(2) Grounded Conductor. Where (1) an equipment grounding conductor is not run with the supply to the building or structure, (2) there are no continuous metallic paths bonded to the grounding system in each building or structure involved, and (3) ground-fault protection of equipment has not been installed on the supply side of the feeder(s), the grounded conductor run with the supply to the building or structure shall be connected to the building or structure disconnecting means and to the grounding electrode(s) and shall be used for grounding and bonding of equipment, structures, or frames required to be grounded or bonded. The size of the grounded conductor shall not be smaller than the larger of either of the following:

(1) That required by 220.61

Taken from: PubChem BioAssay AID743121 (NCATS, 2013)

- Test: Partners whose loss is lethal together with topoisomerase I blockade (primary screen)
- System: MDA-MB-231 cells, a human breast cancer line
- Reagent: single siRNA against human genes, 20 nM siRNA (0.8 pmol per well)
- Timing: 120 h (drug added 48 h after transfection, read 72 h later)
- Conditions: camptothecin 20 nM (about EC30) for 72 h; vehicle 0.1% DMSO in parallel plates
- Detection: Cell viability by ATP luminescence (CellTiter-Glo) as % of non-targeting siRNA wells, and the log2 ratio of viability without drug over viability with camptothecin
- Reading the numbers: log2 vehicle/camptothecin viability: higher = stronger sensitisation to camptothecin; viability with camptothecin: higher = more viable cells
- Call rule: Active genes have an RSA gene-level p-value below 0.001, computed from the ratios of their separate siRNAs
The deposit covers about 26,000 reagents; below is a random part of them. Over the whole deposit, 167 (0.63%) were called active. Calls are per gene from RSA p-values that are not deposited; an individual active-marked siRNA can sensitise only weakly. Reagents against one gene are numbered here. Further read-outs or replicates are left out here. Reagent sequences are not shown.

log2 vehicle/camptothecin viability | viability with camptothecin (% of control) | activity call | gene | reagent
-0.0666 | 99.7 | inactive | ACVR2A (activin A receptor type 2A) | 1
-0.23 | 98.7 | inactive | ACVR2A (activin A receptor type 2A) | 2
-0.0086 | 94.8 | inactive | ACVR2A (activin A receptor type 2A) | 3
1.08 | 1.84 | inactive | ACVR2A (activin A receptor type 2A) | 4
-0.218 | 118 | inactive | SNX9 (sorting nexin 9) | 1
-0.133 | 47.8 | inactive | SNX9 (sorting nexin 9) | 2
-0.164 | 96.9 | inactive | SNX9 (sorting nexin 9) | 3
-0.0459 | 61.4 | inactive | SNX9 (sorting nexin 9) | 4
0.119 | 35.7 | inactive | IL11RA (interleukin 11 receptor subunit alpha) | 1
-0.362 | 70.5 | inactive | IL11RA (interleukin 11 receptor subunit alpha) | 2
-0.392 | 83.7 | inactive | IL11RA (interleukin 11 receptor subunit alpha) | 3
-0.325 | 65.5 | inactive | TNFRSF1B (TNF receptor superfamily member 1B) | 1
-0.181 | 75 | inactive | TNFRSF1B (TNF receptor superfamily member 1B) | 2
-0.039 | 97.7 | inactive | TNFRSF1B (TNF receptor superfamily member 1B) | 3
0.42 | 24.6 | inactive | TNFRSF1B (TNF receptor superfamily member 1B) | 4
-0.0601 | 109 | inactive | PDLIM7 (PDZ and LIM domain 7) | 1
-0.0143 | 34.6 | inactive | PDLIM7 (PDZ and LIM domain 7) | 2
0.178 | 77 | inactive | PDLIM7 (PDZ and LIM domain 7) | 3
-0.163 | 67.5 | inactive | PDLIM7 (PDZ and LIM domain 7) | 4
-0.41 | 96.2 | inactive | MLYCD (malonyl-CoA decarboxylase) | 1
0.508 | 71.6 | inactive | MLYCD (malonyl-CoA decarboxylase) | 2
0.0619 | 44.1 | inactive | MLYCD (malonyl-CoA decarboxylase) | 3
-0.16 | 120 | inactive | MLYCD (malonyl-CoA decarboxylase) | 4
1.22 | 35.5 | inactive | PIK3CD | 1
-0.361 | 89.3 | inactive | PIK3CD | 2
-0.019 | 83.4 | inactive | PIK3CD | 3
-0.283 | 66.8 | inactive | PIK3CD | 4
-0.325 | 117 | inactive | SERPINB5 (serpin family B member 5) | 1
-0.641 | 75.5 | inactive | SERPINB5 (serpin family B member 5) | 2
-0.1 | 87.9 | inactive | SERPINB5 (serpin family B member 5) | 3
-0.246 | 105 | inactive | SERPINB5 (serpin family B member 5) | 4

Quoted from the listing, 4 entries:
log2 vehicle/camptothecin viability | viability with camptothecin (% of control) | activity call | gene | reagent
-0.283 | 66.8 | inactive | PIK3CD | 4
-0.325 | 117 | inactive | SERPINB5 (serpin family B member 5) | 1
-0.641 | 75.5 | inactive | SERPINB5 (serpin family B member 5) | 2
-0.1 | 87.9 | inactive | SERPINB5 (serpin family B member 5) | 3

(2) That required by 250.122

2008 NEC—250.32 Buildings or Structures Supplied by Feeder(s) or Branch Circuit(s).

(B) Grounded Systems. For a grounded system at the separate building or structure, an equipment grounding conductor as described in 250.118 shall be run with the supply conductors and be connected to the building or structure disconnecting means and to the grounding electrode(s). The equipment grounding conductor shall be used for grounding or bonding of equipment, structures, or frames required to be grounded or bonded. The equipment grounding conductor shall be sized in accordance with 250.122. Any installed grounded conductor shall not be connected to the equipment grounding conductor or to the grounding electrode(s).

Exception: For existing premises wiring systems only, the grounded conductor run with the supply to the building or structure shall be permitted to be connected to the building or structure disconnecting means and to the grounding electrode(s) and shall be used for grounding or bonding of equipment, structures, or frames required to be grounded or bonded where all the requirements of (1), (2), and (3) are met:

(1) An equipment grounding conductor is not run with the supply to the building or structure,